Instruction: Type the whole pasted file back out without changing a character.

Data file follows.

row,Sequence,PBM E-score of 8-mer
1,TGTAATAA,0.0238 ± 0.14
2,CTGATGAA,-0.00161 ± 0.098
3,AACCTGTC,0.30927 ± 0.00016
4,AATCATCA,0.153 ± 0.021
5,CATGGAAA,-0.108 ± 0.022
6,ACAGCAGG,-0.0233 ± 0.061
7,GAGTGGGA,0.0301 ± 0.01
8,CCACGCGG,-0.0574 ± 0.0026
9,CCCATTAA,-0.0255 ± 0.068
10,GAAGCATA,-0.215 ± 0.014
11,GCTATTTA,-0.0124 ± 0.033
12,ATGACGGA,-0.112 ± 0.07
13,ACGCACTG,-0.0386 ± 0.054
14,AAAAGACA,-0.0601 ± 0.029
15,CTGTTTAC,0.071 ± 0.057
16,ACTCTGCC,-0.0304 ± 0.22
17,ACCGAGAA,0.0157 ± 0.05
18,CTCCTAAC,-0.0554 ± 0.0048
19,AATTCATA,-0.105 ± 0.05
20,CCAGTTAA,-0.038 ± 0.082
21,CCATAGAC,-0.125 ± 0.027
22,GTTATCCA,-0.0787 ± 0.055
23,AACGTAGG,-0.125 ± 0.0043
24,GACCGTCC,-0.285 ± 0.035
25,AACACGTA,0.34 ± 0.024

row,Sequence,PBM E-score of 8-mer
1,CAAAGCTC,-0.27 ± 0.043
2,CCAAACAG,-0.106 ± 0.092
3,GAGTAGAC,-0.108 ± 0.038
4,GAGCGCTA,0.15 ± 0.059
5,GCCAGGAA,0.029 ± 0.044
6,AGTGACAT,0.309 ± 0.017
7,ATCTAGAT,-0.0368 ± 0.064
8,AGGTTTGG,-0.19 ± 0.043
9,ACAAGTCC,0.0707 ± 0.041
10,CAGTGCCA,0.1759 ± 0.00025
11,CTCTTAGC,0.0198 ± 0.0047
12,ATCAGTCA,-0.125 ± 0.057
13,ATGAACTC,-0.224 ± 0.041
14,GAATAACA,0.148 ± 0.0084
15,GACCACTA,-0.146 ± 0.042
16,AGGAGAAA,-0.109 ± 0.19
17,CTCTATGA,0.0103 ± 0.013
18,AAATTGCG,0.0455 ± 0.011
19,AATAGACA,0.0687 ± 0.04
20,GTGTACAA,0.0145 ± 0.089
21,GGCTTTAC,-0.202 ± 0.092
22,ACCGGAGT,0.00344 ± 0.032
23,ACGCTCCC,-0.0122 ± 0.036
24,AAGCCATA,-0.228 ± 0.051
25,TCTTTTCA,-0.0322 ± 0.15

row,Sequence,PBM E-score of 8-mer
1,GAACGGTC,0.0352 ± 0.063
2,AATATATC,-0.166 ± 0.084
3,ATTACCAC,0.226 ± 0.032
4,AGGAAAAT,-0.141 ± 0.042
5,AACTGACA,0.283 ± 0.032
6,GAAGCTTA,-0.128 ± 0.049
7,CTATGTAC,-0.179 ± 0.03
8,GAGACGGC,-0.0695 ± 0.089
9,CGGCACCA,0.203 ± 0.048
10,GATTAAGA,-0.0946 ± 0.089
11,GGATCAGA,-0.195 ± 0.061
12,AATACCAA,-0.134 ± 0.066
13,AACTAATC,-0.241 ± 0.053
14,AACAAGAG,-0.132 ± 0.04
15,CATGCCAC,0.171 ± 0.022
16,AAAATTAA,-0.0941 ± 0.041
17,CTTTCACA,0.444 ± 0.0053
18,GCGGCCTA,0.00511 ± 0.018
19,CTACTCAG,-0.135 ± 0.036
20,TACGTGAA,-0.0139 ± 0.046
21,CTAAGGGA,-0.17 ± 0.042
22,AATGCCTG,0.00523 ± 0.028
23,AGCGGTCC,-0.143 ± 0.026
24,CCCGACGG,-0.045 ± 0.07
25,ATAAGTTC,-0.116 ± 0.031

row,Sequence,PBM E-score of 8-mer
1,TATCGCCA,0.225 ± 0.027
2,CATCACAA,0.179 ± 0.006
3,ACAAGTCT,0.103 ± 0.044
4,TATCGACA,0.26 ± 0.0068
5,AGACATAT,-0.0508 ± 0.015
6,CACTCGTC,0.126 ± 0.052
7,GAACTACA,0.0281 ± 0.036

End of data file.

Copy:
row,Sequence,PBM E-score of 8-mer
1,TGTAATAA,0.0238 ± 0.14
2,CTGATGAA,-0.00161 ± 0.098
3,AACCTGTC,0.30927 ± 0.00016
4,AATCATCA,0.153 ± 0.021
5,CATGGAAA,-0.108 ± 0.022
6,ACAGCAGG,-0.0233 ± 0.061
7,GAGTGGGA,0.0301 ± 0.01
8,CCACGCGG,-0.0574 ± 0.0026
9,CCCATTAA,-0.0255 ± 0.068
10,GAAGCATA,-0.215 ± 0.014
11,GCTATTTA,-0.0124 ± 0.033
12,ATGACGGA,-0.112 ± 0.07
13,ACGCACTG,-0.0386 ± 0.054
14,AAAAGACA,-0.0601 ± 0.029
15,CTGTTTAC,0.071 ± 0.057
16,ACTCTGCC,-0.0304 ± 0.22
17,ACCGAGAA,0.0157 ± 0.05
18,CTCCTAAC,-0.0554 ± 0.0048
19,AATTCATA,-0.105 ± 0.05
20,CCAGTTAA,-0.038 ± 0.082
21,CCATAGAC,-0.125 ± 0.027
22,GTTATCCA,-0.0787 ± 0.055
23,AACGTAGG,-0.125 ± 0.0043
24,GACCGTCC,-0.285 ± 0.035
25,AACACGTA,0.34 ± 0.024

row,Sequence,PBM E-score of 8-mer
1,CAAAGCTC,-0.27 ± 0.043
2,CCAAACAG,-0.106 ± 0.092
3,GAGTAGAC,-0.108 ± 0.038
4,GAGCGCTA,0.15 ± 0.059
5,GCCAGGAA,0.029 ± 0.044
6,AGTGACAT,0.309 ± 0.017
7,ATCTAGAT,-0.0368 ± 0.064
8,AGGTTTGG,-0.19 ± 0.043
9,ACAAGTCC,0.0707 ± 0.041
10,CAGTGCCA,0.1759 ± 0.00025
11,CTCTTAGC,0.0198 ± 0.0047
12,ATCAGTCA,-0.125 ± 0.057
13,ATGAACTC,-0.224 ± 0.041
14,GAATAACA,0.148 ± 0.0084
15,GACCACTA,-0.146 ± 0.042
16,AGGAGAAA,-0.109 ± 0.19
17,CTCTATGA,0.0103 ± 0.013
18,AAATTGCG,0.0455 ± 0.011
19,AATAGACA,0.0687 ± 0.04
20,GTGTACAA,0.0145 ± 0.089
21,GGCTTTAC,-0.202 ± 0.092
22,ACCGGAGT,0.00344 ± 0.032
23,ACGCTCCC,-0.0122 ± 0.036
24,AAGCCATA,-0.228 ± 0.051
25,TCTTTTCA,-0.0322 ± 0.15

row,Sequence,PBM E-score of 8-mer
1,GAACGGTC,0.0352 ± 0.063
2,AATATATC,-0.166 ± 0.084
3,ATTACCAC,0.226 ± 0.032
4,AGGAAAAT,-0.141 ± 0.042
5,AACTGACA,0.283 ± 0.032
6,GAAGCTTA,-0.128 ± 0.049
7,CTATGTAC,-0.179 ± 0.03
8,GAGACGGC,-0.0695 ± 0.089
9,CGGCACCA,0.203 ± 0.048
10,GATTAAGA,-0.0946 ± 0.089
11,GGATCAGA,-0.195 ± 0.061
12,AATACCAA,-0.134 ± 0.066
13,AACTAATC,-0.241 ± 0.053
14,AACAAGAG,-0.132 ± 0.04
15,CATGCCAC,0.171 ± 0.022
16,AAAATTAA,-0.0941 ± 0.041
17,CTTTCACA,0.444 ± 0.0053
18,GCGGCCTA,0.00511 ± 0.018
19,CTACTCAG,-0.135 ± 0.036
20,TACGTGAA,-0.0139 ± 0.046
21,CTAAGGGA,-0.17 ± 0.042
22,AATGCCTG,0.00523 ± 0.028
23,AGCGGTCC,-0.143 ± 0.026
24,CCCGACGG,-0.045 ± 0.07
25,ATAAGTTC,-0.116 ± 0.031

row,Sequence,PBM E-score of 8-mer
1,TATCGCCA,0.225 ± 0.027
2,CATCACAA,0.179 ± 0.006
3,ACAAGTCT,0.103 ± 0.044
4,TATCGACA,0.26 ± 0.0068
5,AGACATAT,-0.0508 ± 0.015
6,CACTCGTC,0.126 ± 0.052
7,GAACTACA,0.0281 ± 0.036